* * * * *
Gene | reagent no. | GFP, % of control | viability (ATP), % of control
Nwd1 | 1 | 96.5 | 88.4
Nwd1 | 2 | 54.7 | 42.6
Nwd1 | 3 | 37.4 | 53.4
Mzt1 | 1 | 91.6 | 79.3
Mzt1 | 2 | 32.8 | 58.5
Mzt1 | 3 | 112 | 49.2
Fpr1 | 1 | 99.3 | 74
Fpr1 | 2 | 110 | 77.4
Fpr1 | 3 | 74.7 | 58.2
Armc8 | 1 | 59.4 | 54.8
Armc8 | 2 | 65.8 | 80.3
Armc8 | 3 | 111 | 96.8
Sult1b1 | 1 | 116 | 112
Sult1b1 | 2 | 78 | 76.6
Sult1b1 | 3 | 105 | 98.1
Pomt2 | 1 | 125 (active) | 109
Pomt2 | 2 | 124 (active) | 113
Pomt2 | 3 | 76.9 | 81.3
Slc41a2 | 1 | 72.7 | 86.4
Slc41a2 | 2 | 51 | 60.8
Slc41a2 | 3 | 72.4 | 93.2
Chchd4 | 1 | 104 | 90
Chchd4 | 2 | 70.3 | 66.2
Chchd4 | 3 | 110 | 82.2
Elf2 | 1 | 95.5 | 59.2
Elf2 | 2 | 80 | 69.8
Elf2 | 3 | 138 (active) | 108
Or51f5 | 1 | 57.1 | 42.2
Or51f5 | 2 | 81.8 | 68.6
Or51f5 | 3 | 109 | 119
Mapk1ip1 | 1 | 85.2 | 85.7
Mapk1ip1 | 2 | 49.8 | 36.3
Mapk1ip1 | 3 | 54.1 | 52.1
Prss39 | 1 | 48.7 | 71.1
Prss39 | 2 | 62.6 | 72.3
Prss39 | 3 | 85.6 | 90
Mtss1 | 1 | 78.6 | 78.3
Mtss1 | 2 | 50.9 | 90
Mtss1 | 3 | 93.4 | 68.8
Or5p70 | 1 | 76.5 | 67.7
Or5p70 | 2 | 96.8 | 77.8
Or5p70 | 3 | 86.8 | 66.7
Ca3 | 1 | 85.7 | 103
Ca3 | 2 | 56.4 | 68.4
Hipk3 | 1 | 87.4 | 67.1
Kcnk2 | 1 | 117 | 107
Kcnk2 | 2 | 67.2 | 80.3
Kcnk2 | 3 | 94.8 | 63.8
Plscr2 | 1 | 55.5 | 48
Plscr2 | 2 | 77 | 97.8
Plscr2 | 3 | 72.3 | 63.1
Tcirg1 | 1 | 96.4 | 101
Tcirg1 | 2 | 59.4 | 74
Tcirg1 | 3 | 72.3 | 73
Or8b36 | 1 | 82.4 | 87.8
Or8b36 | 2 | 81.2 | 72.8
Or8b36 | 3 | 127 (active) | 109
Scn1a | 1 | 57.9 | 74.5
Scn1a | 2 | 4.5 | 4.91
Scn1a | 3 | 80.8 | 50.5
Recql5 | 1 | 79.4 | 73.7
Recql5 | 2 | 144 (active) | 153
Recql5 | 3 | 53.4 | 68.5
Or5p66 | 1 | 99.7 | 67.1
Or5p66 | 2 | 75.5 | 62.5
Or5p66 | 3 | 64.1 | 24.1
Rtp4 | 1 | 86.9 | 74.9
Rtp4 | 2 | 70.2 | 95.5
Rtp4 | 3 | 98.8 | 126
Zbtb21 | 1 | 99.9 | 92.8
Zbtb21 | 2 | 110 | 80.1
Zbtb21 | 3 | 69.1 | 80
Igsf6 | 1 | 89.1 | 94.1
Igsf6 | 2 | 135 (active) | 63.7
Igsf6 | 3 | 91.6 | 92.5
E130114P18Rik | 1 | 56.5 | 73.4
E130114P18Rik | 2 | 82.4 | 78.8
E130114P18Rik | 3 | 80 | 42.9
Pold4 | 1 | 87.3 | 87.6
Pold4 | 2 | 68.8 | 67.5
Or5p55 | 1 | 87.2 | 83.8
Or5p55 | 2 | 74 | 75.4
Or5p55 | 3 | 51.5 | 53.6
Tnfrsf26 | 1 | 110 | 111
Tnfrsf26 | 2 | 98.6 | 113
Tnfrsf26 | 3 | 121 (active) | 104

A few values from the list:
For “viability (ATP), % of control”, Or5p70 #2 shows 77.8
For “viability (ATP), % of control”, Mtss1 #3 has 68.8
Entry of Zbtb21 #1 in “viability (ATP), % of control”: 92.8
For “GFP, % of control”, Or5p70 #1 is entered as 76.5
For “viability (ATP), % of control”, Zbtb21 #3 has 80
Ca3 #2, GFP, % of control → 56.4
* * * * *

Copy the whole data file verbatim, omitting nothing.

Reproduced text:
Gene | reagent no. | GFP, % of control | viability (ATP), % of control
Nwd1 | 1 | 96.5 | 88.4
Nwd1 | 2 | 54.7 | 42.6
Nwd1 | 3 | 37.4 | 53.4
Mzt1 | 1 | 91.6 | 79.3
Mzt1 | 2 | 32.8 | 58.5
Mzt1 | 3 | 112 | 49.2
Fpr1 | 1 | 99.3 | 74
Fpr1 | 2 | 110 | 77.4
Fpr1 | 3 | 74.7 | 58.2
Armc8 | 1 | 59.4 | 54.8
Armc8 | 2 | 65.8 | 80.3
Armc8 | 3 | 111 | 96.8
Sult1b1 | 1 | 116 | 112
Sult1b1 | 2 | 78 | 76.6
Sult1b1 | 3 | 105 | 98.1
Pomt2 | 1 | 125 (active) | 109
Pomt2 | 2 | 124 (active) | 113
Pomt2 | 3 | 76.9 | 81.3
Slc41a2 | 1 | 72.7 | 86.4
Slc41a2 | 2 | 51 | 60.8
Slc41a2 | 3 | 72.4 | 93.2
Chchd4 | 1 | 104 | 90
Chchd4 | 2 | 70.3 | 66.2
Chchd4 | 3 | 110 | 82.2
Elf2 | 1 | 95.5 | 59.2
Elf2 | 2 | 80 | 69.8
Elf2 | 3 | 138 (active) | 108
Or51f5 | 1 | 57.1 | 42.2
Or51f5 | 2 | 81.8 | 68.6
Or51f5 | 3 | 109 | 119
Mapk1ip1 | 1 | 85.2 | 85.7
Mapk1ip1 | 2 | 49.8 | 36.3
Mapk1ip1 | 3 | 54.1 | 52.1
Prss39 | 1 | 48.7 | 71.1
Prss39 | 2 | 62.6 | 72.3
Prss39 | 3 | 85.6 | 90
Mtss1 | 1 | 78.6 | 78.3
Mtss1 | 2 | 50.9 | 90
Mtss1 | 3 | 93.4 | 68.8
Or5p70 | 1 | 76.5 | 67.7
Or5p70 | 2 | 96.8 | 77.8
Or5p70 | 3 | 86.8 | 66.7
Ca3 | 1 | 85.7 | 103
Ca3 | 2 | 56.4 | 68.4
Hipk3 | 1 | 87.4 | 67.1
Kcnk2 | 1 | 117 | 107
Kcnk2 | 2 | 67.2 | 80.3
Kcnk2 | 3 | 94.8 | 63.8
Plscr2 | 1 | 55.5 | 48
Plscr2 | 2 | 77 | 97.8
Plscr2 | 3 | 72.3 | 63.1
Tcirg1 | 1 | 96.4 | 101
Tcirg1 | 2 | 59.4 | 74
Tcirg1 | 3 | 72.3 | 73
Or8b36 | 1 | 82.4 | 87.8
Or8b36 | 2 | 81.2 | 72.8
Or8b36 | 3 | 127 (active) | 109
Scn1a | 1 | 57.9 | 74.5
Scn1a | 2 | 4.5 | 4.91
Scn1a | 3 | 80.8 | 50.5
Recql5 | 1 | 79.4 | 73.7
Recql5 | 2 | 144 (active) | 153
Recql5 | 3 | 53.4 | 68.5
Or5p66 | 1 | 99.7 | 67.1
Or5p66 | 2 | 75.5 | 62.5
Or5p66 | 3 | 64.1 | 24.1
Rtp4 | 1 | 86.9 | 74.9
Rtp4 | 2 | 70.2 | 95.5
Rtp4 | 3 | 98.8 | 126
Zbtb21 | 1 | 99.9 | 92.8
Zbtb21 | 2 | 110 | 80.1
Zbtb21 | 3 | 69.1 | 80
Igsf6 | 1 | 89.1 | 94.1
Igsf6 | 2 | 135 (active) | 63.7
Igsf6 | 3 | 91.6 | 92.5
E130114P18Rik | 1 | 56.5 | 73.4
E130114P18Rik | 2 | 82.4 | 78.8
E130114P18Rik | 3 | 80 | 42.9
Pold4 | 1 | 87.3 | 87.6
Pold4 | 2 | 68.8 | 67.5
Or5p55 | 1 | 87.2 | 83.8
Or5p55 | 2 | 74 | 75.4
Or5p55 | 3 | 51.5 | 53.6
Tnfrsf26 | 1 | 110 | 111
Tnfrsf26 | 2 | 98.6 | 113
Tnfrsf26 | 3 | 121 (active) | 104

A few values from the list:
For “viability (ATP), % of control”, Or5p70 #2 shows 77.8
For “viability (ATP), % of control”, Mtss1 #3 has 68.8
Entry of Zbtb21 #1 in “viability (ATP), % of control”: 92.8
For “GFP, % of control”, Or5p70 #1 is entered as 76.5
For “viability (ATP), % of control”, Zbtb21 #3 has 80
Ca3 #2, GFP, % of control → 56.4